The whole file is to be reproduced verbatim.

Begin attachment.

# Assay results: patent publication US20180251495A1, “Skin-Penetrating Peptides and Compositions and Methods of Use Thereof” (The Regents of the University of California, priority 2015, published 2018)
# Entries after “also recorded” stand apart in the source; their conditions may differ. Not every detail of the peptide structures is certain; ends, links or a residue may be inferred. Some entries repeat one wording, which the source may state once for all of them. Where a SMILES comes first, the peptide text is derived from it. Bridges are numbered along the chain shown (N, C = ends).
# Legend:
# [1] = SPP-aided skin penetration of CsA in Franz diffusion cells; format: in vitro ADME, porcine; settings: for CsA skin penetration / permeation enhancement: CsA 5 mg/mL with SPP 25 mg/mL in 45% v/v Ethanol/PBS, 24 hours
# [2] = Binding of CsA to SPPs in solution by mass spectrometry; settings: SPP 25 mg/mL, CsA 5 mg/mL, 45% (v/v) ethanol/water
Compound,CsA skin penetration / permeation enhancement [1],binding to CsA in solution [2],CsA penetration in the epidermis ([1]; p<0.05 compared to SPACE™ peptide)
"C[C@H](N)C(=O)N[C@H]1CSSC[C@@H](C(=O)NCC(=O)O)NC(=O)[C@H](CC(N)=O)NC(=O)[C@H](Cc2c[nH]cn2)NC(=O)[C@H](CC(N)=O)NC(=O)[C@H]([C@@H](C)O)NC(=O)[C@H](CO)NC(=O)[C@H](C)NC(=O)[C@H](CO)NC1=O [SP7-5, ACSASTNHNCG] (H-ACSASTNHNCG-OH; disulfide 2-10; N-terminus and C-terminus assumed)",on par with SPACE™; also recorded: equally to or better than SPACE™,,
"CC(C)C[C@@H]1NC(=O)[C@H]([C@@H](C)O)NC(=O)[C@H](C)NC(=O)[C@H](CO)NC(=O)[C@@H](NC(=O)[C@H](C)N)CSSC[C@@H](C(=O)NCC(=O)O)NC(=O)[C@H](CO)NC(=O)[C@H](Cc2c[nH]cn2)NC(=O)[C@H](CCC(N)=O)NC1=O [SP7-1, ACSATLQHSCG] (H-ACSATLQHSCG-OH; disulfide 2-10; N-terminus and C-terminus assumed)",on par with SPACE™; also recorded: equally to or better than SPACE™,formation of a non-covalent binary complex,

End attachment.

# Assay results: patent publication US20180251495A1, “Skin-Penetrating Peptides and Compositions and Methods of Use Thereof” (The Regents of the University of California, priority 2015, published 2018)
# Entries after “also recorded” stand apart in the source; their conditions may differ. Not every detail of the peptide structures is certain; ends, links or a residue may be inferred. Some entries repeat one wording, which the source may state once for all of them. Where a SMILES comes first, the peptide text is derived from it. Bridges are numbered along the chain shown (N, C = ends).
# Legend:
# [1] = SPP-aided skin penetration of CsA in Franz diffusion cells; format: in vitro ADME, porcine; settings: for CsA skin penetration / permeation enhancement: CsA 5 mg/mL with SPP 25 mg/mL in 45% v/v Ethanol/PBS, 24 hours
# [2] = Binding of CsA to SPPs in solution by mass spectrometry; settings: SPP 25 mg/mL, CsA 5 mg/mL, 45% (v/v) ethanol/water
Compound,CsA skin penetration / permeation enhancement [1],binding to CsA in solution [2],CsA penetration in the epidermis ([1]; p<0.05 compared to SPACE™ peptide)
"C[C@H](N)C(=O)N[C@H]1CSSC[C@@H](C(=O)NCC(=O)O)NC(=O)[C@H](CC(N)=O)NC(=O)[C@H](Cc2c[nH]cn2)NC(=O)[C@H](CC(N)=O)NC(=O)[C@H]([C@@H](C)O)NC(=O)[C@H](CO)NC(=O)[C@H](C)NC(=O)[C@H](CO)NC1=O [SP7-5, ACSASTNHNCG] (H-ACSASTNHNCG-OH; disulfide 2-10; N-terminus and C-terminus assumed)",on par with SPACE™; also recorded: equally to or better than SPACE™,,
"CC(C)C[C@@H]1NC(=O)[C@H]([C@@H](C)O)NC(=O)[C@H](C)NC(=O)[C@H](CO)NC(=O)[C@@H](NC(=O)[C@H](C)N)CSSC[C@@H](C(=O)NCC(=O)O)NC(=O)[C@H](CO)NC(=O)[C@H](Cc2c[nH]cn2)NC(=O)[C@H](CCC(N)=O)NC1=O [SP7-1, ACSATLQHSCG] (H-ACSATLQHSCG-OH; disulfide 2-10; N-terminus and C-terminus assumed)",on par with SPACE™; also recorded: equally to or better than SPACE™,formation of a non-covalent binary complex,